I still remember my brother coming home with a cell phone.
It looked like a brick and weighed as much. But hell, was it cool. That was in the late 90’s.
The world today is almost unrecognisable in comparison.
Today, people are hyper connected all the time – streaming Kim Kardashian bending over in her yoga pants or listening to Justin Bieber (why, I cannot fathom). Using some app to help park the car, another to book a hotel, yet another to organise flight schedules, and – when the novelty of all of those has worn off – an app to organise getting laid. Revolutionary stuff!
And if that weren’t enough, while all this is going on you can wear a Fitbit which will record every minuscule thing you do and feed this information back to any device of your choosing in order for you to quantify just exactly how fat and appallingly lazy you actually are.
Not only that but we’ve not even begun to discuss the homes, shopping centres, airports, etc. all regulated with sensors controlling climate, security systems, and so on.
Now, I’ll readily admit to having almost none of these gadgets, partly because I’m mean and partly because I like to keep my life simple. 90% of this stuff doesn’t do that for me.
The other reason is experience has taught me that when the new iAnything comes out it costs $1.8bn new and within 24 months you can get it for a few hundred bucks – Moore’s law being what it is. And by then, I’ve determined I don’t really want it anyway. Problem solved.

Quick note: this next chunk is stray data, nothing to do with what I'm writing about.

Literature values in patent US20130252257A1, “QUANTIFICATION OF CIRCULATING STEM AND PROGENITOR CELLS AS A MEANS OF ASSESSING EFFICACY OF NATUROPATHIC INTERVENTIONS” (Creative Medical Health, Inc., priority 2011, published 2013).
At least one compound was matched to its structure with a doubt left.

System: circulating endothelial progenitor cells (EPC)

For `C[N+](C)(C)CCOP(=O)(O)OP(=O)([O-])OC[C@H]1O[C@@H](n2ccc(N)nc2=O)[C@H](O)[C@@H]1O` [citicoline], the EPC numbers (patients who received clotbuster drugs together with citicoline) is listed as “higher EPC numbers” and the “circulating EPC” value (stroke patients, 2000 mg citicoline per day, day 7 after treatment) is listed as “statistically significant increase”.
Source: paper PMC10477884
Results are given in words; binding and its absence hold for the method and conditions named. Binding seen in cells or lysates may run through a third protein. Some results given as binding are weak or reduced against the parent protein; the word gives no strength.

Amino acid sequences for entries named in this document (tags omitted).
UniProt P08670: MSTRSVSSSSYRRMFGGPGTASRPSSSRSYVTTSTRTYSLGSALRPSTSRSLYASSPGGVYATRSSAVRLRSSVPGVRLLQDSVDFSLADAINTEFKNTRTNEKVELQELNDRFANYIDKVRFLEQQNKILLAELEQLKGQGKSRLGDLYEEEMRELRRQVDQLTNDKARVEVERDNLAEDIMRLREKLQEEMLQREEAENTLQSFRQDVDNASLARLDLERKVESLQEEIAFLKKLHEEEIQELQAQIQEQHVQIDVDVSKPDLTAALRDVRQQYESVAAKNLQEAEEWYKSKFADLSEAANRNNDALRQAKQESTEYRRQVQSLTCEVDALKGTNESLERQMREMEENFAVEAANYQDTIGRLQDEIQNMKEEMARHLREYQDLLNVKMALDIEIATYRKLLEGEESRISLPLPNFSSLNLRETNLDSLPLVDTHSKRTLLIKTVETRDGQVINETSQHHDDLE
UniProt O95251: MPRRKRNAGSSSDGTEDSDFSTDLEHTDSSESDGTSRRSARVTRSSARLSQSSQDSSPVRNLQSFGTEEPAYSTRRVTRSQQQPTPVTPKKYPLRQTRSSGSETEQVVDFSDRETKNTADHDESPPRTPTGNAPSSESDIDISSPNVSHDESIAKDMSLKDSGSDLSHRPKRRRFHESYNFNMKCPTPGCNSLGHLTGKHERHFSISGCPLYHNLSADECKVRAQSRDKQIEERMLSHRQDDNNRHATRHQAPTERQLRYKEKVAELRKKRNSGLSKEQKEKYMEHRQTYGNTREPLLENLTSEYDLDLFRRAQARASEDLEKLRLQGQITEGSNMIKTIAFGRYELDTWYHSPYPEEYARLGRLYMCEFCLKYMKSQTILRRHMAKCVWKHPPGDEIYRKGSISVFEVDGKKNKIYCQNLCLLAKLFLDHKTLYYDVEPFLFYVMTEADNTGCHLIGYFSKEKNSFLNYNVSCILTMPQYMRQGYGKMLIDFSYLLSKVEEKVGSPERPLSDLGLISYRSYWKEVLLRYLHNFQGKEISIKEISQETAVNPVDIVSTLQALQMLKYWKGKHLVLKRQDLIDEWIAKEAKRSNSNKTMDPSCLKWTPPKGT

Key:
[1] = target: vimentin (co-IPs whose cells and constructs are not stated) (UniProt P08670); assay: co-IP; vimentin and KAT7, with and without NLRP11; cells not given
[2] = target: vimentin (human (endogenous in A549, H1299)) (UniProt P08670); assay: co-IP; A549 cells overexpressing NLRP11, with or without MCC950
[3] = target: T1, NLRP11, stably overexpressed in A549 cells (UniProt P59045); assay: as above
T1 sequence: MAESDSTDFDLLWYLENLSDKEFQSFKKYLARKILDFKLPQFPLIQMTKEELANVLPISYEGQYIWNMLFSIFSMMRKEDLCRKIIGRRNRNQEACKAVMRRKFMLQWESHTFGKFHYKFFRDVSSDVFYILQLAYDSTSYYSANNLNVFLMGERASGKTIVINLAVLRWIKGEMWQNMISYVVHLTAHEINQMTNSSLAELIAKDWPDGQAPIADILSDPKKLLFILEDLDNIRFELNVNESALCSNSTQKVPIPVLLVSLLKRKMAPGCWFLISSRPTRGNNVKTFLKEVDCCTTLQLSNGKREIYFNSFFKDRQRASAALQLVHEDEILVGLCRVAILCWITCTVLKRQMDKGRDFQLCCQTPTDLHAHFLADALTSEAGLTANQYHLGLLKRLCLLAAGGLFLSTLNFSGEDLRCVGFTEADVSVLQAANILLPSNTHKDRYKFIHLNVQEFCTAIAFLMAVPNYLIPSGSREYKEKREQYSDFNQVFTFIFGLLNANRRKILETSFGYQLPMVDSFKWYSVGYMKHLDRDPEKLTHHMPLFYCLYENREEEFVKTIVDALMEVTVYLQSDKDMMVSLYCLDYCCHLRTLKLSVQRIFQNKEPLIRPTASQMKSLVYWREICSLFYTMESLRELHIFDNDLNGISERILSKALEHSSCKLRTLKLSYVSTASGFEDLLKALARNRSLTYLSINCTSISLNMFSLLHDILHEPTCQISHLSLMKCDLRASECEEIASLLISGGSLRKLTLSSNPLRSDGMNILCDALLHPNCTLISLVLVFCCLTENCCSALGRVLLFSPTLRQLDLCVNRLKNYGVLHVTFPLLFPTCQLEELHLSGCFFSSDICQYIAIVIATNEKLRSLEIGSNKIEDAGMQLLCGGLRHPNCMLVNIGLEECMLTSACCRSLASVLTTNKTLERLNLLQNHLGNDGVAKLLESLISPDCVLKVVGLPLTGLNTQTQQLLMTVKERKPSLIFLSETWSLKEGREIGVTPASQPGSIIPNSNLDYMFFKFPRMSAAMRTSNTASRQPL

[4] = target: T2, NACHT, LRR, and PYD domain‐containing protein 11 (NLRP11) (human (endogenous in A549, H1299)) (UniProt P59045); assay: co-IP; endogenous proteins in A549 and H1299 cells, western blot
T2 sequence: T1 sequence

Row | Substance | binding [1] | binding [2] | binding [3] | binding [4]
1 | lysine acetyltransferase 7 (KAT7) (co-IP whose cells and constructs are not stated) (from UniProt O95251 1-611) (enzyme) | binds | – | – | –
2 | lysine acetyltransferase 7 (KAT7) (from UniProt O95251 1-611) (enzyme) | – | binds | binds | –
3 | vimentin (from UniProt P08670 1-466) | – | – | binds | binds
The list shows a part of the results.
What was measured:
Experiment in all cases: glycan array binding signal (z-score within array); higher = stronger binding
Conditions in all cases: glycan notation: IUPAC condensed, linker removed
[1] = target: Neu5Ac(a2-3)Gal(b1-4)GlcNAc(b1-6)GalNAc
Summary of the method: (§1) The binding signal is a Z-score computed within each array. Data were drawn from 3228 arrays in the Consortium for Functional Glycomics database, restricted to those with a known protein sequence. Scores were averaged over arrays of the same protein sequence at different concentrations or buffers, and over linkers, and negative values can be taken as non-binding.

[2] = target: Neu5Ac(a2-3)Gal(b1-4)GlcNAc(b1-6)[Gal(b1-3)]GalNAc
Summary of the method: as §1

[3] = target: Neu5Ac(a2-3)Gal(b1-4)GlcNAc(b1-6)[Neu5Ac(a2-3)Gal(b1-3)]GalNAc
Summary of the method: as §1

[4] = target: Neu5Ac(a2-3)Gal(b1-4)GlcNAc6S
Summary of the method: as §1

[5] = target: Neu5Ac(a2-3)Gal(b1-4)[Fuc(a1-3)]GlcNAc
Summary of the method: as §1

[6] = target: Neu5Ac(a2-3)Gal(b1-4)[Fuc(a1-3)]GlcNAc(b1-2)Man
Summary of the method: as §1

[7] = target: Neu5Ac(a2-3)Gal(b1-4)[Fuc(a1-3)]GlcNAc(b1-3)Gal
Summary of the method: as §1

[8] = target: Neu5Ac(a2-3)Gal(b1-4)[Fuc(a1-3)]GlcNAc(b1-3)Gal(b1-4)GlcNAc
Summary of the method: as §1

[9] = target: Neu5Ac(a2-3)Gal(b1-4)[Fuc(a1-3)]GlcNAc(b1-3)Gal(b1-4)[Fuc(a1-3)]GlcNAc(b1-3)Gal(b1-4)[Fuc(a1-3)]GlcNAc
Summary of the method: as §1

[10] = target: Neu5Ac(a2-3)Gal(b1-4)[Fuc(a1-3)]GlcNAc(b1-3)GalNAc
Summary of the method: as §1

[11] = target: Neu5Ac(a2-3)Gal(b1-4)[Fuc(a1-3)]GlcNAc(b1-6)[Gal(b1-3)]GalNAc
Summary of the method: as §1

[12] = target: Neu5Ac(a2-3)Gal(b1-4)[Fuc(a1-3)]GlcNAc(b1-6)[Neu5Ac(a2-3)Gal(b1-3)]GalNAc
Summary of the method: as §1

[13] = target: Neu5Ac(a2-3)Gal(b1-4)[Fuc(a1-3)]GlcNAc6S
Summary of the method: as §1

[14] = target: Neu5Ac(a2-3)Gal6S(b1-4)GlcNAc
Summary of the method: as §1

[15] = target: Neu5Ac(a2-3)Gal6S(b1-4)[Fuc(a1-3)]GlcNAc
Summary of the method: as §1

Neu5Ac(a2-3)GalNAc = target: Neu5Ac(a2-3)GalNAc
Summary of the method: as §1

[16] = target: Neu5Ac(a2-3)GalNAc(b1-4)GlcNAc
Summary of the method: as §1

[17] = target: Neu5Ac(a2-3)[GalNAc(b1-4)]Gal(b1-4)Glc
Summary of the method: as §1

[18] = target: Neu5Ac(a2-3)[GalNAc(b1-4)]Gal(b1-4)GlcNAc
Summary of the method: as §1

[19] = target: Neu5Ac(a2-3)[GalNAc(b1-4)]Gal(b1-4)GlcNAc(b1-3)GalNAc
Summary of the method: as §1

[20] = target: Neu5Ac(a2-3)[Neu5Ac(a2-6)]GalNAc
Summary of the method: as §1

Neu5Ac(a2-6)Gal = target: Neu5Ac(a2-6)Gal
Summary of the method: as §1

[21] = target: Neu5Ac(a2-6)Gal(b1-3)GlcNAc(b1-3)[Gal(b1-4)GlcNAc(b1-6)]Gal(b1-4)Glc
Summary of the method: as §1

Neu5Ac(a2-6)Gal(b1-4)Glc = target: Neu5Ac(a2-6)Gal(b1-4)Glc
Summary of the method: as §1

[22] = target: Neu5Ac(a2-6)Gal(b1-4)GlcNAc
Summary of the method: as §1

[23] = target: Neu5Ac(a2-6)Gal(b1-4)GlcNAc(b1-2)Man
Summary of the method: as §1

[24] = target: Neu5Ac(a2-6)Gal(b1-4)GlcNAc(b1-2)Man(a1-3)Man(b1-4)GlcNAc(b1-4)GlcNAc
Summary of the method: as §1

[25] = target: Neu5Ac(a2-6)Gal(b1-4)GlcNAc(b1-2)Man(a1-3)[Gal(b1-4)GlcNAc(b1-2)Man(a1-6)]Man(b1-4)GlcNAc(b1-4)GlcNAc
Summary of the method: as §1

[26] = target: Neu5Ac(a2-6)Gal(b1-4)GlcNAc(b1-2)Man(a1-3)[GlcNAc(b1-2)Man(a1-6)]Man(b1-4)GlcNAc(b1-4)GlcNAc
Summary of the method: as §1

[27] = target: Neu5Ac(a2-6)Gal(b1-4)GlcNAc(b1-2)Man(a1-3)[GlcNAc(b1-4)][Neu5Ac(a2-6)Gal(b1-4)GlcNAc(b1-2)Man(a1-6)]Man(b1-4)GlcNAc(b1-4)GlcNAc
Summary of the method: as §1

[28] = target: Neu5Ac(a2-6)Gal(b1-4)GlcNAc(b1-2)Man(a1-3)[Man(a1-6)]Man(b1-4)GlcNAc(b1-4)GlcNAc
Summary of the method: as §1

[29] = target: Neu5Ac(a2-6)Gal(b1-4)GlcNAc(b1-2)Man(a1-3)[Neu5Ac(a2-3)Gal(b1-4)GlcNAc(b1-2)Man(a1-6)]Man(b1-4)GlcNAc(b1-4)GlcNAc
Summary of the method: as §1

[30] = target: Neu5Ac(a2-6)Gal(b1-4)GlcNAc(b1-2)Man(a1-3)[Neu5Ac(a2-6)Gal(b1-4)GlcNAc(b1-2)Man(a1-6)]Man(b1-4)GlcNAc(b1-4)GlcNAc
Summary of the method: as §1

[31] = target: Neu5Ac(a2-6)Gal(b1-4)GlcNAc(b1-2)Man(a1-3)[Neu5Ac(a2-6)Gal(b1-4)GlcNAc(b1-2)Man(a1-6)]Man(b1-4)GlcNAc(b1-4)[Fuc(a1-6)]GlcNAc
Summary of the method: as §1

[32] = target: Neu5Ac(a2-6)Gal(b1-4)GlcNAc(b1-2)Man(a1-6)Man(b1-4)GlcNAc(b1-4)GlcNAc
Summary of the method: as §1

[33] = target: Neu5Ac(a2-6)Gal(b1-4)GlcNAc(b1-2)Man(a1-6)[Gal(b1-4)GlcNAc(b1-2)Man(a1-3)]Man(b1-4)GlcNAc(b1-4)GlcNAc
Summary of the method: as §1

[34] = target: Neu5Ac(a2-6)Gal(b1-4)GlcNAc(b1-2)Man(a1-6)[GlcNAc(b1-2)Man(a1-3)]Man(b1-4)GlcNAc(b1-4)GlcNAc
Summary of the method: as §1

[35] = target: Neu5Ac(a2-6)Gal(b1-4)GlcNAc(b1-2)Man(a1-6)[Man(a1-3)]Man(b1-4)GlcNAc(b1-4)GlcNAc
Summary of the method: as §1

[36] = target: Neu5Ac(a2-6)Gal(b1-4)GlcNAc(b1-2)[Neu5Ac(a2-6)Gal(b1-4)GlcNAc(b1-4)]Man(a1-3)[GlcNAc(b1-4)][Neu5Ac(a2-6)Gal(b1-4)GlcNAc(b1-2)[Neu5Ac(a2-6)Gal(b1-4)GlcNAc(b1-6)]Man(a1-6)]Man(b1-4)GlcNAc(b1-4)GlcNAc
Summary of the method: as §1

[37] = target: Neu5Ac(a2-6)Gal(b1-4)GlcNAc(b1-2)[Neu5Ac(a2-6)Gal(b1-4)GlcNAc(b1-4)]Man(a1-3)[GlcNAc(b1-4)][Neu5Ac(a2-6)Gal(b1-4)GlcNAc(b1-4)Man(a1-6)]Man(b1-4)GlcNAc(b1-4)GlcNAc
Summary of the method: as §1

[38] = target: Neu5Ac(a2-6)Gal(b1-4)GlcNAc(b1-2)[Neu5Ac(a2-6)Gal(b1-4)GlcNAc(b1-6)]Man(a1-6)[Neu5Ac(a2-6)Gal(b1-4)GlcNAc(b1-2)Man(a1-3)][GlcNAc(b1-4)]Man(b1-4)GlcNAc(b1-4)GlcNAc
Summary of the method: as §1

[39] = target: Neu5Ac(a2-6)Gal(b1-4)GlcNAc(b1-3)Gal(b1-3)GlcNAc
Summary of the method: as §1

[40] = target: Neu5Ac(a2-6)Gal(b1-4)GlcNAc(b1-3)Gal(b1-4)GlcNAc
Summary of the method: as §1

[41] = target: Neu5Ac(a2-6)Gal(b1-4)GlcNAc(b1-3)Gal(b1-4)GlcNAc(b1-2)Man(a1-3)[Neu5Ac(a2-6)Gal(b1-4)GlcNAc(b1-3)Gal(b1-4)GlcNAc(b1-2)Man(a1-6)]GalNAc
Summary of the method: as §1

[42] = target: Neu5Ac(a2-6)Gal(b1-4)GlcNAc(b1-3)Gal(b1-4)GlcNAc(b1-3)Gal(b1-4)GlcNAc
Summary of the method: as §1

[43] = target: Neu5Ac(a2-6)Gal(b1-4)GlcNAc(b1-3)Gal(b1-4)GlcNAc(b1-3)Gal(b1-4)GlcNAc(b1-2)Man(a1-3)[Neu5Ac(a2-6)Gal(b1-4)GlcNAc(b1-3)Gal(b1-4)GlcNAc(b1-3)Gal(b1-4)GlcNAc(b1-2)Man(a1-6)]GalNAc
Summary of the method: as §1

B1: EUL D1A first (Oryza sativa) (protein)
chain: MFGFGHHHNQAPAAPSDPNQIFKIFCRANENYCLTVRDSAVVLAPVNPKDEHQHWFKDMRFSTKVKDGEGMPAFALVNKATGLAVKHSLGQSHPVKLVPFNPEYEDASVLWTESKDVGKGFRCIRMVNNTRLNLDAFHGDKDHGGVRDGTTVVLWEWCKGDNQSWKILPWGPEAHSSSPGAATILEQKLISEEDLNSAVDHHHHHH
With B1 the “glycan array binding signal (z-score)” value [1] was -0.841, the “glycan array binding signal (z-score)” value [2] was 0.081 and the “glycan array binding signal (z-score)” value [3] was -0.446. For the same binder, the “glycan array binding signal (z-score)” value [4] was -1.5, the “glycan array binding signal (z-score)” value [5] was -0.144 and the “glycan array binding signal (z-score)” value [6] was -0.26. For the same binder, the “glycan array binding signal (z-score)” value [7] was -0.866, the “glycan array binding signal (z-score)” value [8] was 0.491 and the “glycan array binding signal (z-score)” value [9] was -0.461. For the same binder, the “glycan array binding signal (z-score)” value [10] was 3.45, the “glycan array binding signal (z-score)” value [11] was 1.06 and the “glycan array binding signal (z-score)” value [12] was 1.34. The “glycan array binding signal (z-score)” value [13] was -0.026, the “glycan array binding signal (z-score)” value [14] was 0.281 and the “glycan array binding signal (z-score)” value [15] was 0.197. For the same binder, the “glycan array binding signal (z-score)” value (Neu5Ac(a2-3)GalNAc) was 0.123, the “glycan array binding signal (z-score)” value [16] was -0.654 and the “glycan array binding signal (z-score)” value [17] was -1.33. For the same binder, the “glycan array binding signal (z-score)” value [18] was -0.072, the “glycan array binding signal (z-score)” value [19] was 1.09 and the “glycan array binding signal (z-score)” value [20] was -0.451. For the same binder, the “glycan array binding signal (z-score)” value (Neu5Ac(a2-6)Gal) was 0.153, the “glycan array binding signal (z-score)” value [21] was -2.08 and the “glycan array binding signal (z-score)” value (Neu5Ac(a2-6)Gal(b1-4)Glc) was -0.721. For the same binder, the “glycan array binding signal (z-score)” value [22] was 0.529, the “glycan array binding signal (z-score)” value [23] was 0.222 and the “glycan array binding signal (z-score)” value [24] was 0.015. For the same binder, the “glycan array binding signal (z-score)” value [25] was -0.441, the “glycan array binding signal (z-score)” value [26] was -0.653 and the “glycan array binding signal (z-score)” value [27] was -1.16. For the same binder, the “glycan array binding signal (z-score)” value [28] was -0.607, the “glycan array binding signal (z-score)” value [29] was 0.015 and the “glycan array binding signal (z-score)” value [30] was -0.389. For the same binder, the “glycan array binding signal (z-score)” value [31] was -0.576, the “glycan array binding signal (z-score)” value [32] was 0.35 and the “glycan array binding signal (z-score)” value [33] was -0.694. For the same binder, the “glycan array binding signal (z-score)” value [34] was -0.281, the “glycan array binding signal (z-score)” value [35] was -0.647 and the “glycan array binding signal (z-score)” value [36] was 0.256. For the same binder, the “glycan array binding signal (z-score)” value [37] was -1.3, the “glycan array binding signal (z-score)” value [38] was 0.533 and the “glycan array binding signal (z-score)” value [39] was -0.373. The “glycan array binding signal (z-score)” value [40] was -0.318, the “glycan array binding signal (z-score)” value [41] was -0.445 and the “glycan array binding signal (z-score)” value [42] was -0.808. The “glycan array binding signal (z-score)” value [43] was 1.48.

Twenty years ago, we all thought we’d be in flying cars by now. Instead we got the smartphone, exquisitely designed to build the next generation of hunchbacks.
There is a beacon of light at the end of this tunnel, though.
- Turn off the meaningless junk and recapture your life, and
- Realise nobody else will, which means that we’re dealing with a growth industry. Excellent!
Tell me, how dependent are you on technology?
Think about it seriously and remember that almost EVERYTHING is connected. Look around you and you’ll realise that EVERYONE is connected.
Take a look at this:
Did you know the IOT was this large? I didn’t.
Think about those 50+ billion connected devices – each of them a vulnerability point for breach of data.
As I’ve written recently, security is an area where nowhere near enough money is being spent. This will change.